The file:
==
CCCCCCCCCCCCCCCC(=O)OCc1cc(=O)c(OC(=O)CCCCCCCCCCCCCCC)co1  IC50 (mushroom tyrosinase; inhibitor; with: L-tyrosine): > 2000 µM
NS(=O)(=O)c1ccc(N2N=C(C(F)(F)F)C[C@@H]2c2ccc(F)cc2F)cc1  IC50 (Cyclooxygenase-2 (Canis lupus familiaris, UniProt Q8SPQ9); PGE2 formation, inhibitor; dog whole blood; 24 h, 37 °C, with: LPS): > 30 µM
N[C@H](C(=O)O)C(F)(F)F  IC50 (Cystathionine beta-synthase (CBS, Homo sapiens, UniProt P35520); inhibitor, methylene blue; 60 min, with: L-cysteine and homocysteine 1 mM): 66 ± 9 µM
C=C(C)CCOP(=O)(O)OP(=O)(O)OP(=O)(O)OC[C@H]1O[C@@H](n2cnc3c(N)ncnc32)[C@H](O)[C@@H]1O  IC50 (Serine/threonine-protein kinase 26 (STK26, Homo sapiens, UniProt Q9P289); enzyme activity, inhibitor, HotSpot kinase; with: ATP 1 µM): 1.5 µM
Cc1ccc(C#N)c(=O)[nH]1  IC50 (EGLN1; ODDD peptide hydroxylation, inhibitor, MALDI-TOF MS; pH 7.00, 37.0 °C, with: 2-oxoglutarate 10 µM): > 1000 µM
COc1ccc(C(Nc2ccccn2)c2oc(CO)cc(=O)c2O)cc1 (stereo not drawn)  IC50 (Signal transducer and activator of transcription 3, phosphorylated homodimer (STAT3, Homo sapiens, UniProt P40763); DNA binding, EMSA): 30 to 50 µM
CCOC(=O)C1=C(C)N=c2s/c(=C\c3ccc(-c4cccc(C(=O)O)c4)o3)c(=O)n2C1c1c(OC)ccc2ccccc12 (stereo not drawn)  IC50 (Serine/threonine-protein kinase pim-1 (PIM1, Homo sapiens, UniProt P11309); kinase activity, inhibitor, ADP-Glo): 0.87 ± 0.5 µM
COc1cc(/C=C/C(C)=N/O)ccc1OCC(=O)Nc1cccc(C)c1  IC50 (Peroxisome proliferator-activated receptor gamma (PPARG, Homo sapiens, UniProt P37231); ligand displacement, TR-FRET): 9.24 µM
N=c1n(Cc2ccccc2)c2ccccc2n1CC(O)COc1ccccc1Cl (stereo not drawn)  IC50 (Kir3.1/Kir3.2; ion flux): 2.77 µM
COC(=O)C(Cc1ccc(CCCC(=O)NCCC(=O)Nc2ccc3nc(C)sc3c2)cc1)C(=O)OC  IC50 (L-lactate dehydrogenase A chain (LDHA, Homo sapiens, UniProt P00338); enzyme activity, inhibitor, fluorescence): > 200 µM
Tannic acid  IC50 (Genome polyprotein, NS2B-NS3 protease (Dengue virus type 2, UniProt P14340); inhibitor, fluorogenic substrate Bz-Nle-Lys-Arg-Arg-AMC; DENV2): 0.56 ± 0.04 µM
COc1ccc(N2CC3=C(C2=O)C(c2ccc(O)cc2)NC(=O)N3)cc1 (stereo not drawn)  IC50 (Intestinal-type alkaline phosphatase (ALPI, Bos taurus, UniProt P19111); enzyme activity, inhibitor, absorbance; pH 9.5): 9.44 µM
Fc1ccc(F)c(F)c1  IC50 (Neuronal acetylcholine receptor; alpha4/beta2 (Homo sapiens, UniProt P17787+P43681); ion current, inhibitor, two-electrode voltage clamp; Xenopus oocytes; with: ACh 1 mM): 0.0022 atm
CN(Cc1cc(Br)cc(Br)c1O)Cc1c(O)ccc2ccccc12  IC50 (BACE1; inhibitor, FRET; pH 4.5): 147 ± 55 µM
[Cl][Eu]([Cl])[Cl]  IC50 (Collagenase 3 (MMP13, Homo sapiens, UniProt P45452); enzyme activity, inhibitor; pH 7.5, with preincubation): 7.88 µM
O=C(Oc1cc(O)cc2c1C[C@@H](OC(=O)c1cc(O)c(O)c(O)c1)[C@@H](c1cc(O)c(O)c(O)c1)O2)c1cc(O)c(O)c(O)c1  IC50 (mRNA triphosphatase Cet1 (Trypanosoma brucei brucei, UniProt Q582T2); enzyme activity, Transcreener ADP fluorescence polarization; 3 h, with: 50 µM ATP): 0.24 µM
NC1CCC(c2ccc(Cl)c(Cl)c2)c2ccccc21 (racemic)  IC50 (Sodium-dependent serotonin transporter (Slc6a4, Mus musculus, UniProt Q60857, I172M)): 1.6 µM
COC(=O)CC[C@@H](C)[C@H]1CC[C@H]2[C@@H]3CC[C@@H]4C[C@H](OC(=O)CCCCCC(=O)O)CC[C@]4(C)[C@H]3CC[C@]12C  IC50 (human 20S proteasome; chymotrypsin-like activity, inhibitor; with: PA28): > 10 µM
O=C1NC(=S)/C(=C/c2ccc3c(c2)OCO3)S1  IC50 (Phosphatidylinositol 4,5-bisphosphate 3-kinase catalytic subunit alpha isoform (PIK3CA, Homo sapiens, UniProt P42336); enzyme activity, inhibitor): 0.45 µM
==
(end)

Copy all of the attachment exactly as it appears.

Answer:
CCCCCCCCCCCCCCCC(=O)OCc1cc(=O)c(OC(=O)CCCCCCCCCCCCCCC)co1  IC50 (mushroom tyrosinase; inhibitor; with: L-tyrosine): > 2000 µM
NS(=O)(=O)c1ccc(N2N=C(C(F)(F)F)C[C@@H]2c2ccc(F)cc2F)cc1  IC50 (Cyclooxygenase-2 (Canis lupus familiaris, UniProt Q8SPQ9); PGE2 formation, inhibitor; dog whole blood; 24 h, 37 °C, with: LPS): > 30 µM
N[C@H](C(=O)O)C(F)(F)F  IC50 (Cystathionine beta-synthase (CBS, Homo sapiens, UniProt P35520); inhibitor, methylene blue; 60 min, with: L-cysteine and homocysteine 1 mM): 66 ± 9 µM
C=C(C)CCOP(=O)(O)OP(=O)(O)OP(=O)(O)OC[C@H]1O[C@@H](n2cnc3c(N)ncnc32)[C@H](O)[C@@H]1O  IC50 (Serine/threonine-protein kinase 26 (STK26, Homo sapiens, UniProt Q9P289); enzyme activity, inhibitor, HotSpot kinase; with: ATP 1 µM): 1.5 µM
Cc1ccc(C#N)c(=O)[nH]1  IC50 (EGLN1; ODDD peptide hydroxylation, inhibitor, MALDI-TOF MS; pH 7.00, 37.0 °C, with: 2-oxoglutarate 10 µM): > 1000 µM
COc1ccc(C(Nc2ccccn2)c2oc(CO)cc(=O)c2O)cc1 (stereo not drawn)  IC50 (Signal transducer and activator of transcription 3, phosphorylated homodimer (STAT3, Homo sapiens, UniProt P40763); DNA binding, EMSA): 30 to 50 µM
CCOC(=O)C1=C(C)N=c2s/c(=C\c3ccc(-c4cccc(C(=O)O)c4)o3)c(=O)n2C1c1c(OC)ccc2ccccc12 (stereo not drawn)  IC50 (Serine/threonine-protein kinase pim-1 (PIM1, Homo sapiens, UniProt P11309); kinase activity, inhibitor, ADP-Glo): 0.87 ± 0.5 µM
COc1cc(/C=C/C(C)=N/O)ccc1OCC(=O)Nc1cccc(C)c1  IC50 (Peroxisome proliferator-activated receptor gamma (PPARG, Homo sapiens, UniProt P37231); ligand displacement, TR-FRET): 9.24 µM
N=c1n(Cc2ccccc2)c2ccccc2n1CC(O)COc1ccccc1Cl (stereo not drawn)  IC50 (Kir3.1/Kir3.2; ion flux): 2.77 µM
COC(=O)C(Cc1ccc(CCCC(=O)NCCC(=O)Nc2ccc3nc(C)sc3c2)cc1)C(=O)OC  IC50 (L-lactate dehydrogenase A chain (LDHA, Homo sapiens, UniProt P00338); enzyme activity, inhibitor, fluorescence): > 200 µM
Tannic acid  IC50 (Genome polyprotein, NS2B-NS3 protease (Dengue virus type 2, UniProt P14340); inhibitor, fluorogenic substrate Bz-Nle-Lys-Arg-Arg-AMC; DENV2): 0.56 ± 0.04 µM
COc1ccc(N2CC3=C(C2=O)C(c2ccc(O)cc2)NC(=O)N3)cc1 (stereo not drawn)  IC50 (Intestinal-type alkaline phosphatase (ALPI, Bos taurus, UniProt P19111); enzyme activity, inhibitor, absorbance; pH 9.5): 9.44 µM
Fc1ccc(F)c(F)c1  IC50 (Neuronal acetylcholine receptor; alpha4/beta2 (Homo sapiens, UniProt P17787+P43681); ion current, inhibitor, two-electrode voltage clamp; Xenopus oocytes; with: ACh 1 mM): 0.0022 atm
CN(Cc1cc(Br)cc(Br)c1O)Cc1c(O)ccc2ccccc12  IC50 (BACE1; inhibitor, FRET; pH 4.5): 147 ± 55 µM
[Cl][Eu]([Cl])[Cl]  IC50 (Collagenase 3 (MMP13, Homo sapiens, UniProt P45452); enzyme activity, inhibitor; pH 7.5, with preincubation): 7.88 µM
O=C(Oc1cc(O)cc2c1C[C@@H](OC(=O)c1cc(O)c(O)c(O)c1)[C@@H](c1cc(O)c(O)c(O)c1)O2)c1cc(O)c(O)c(O)c1  IC50 (mRNA triphosphatase Cet1 (Trypanosoma brucei brucei, UniProt Q582T2); enzyme activity, Transcreener ADP fluorescence polarization; 3 h, with: 50 µM ATP): 0.24 µM
NC1CCC(c2ccc(Cl)c(Cl)c2)c2ccccc21 (racemic)  IC50 (Sodium-dependent serotonin transporter (Slc6a4, Mus musculus, UniProt Q60857, I172M)): 1.6 µM
COC(=O)CC[C@@H](C)[C@H]1CC[C@H]2[C@@H]3CC[C@@H]4C[C@H](OC(=O)CCCCCC(=O)O)CC[C@]4(C)[C@H]3CC[C@]12C  IC50 (human 20S proteasome; chymotrypsin-like activity, inhibitor; with: PA28): > 10 µM
O=C1NC(=S)/C(=C/c2ccc3c(c2)OCO3)S1  IC50 (Phosphatidylinositol 4,5-bisphosphate 3-kinase catalytic subunit alpha isoform (PIK3CA, Homo sapiens, UniProt P42336); enzyme activity, inhibitor): 0.45 µM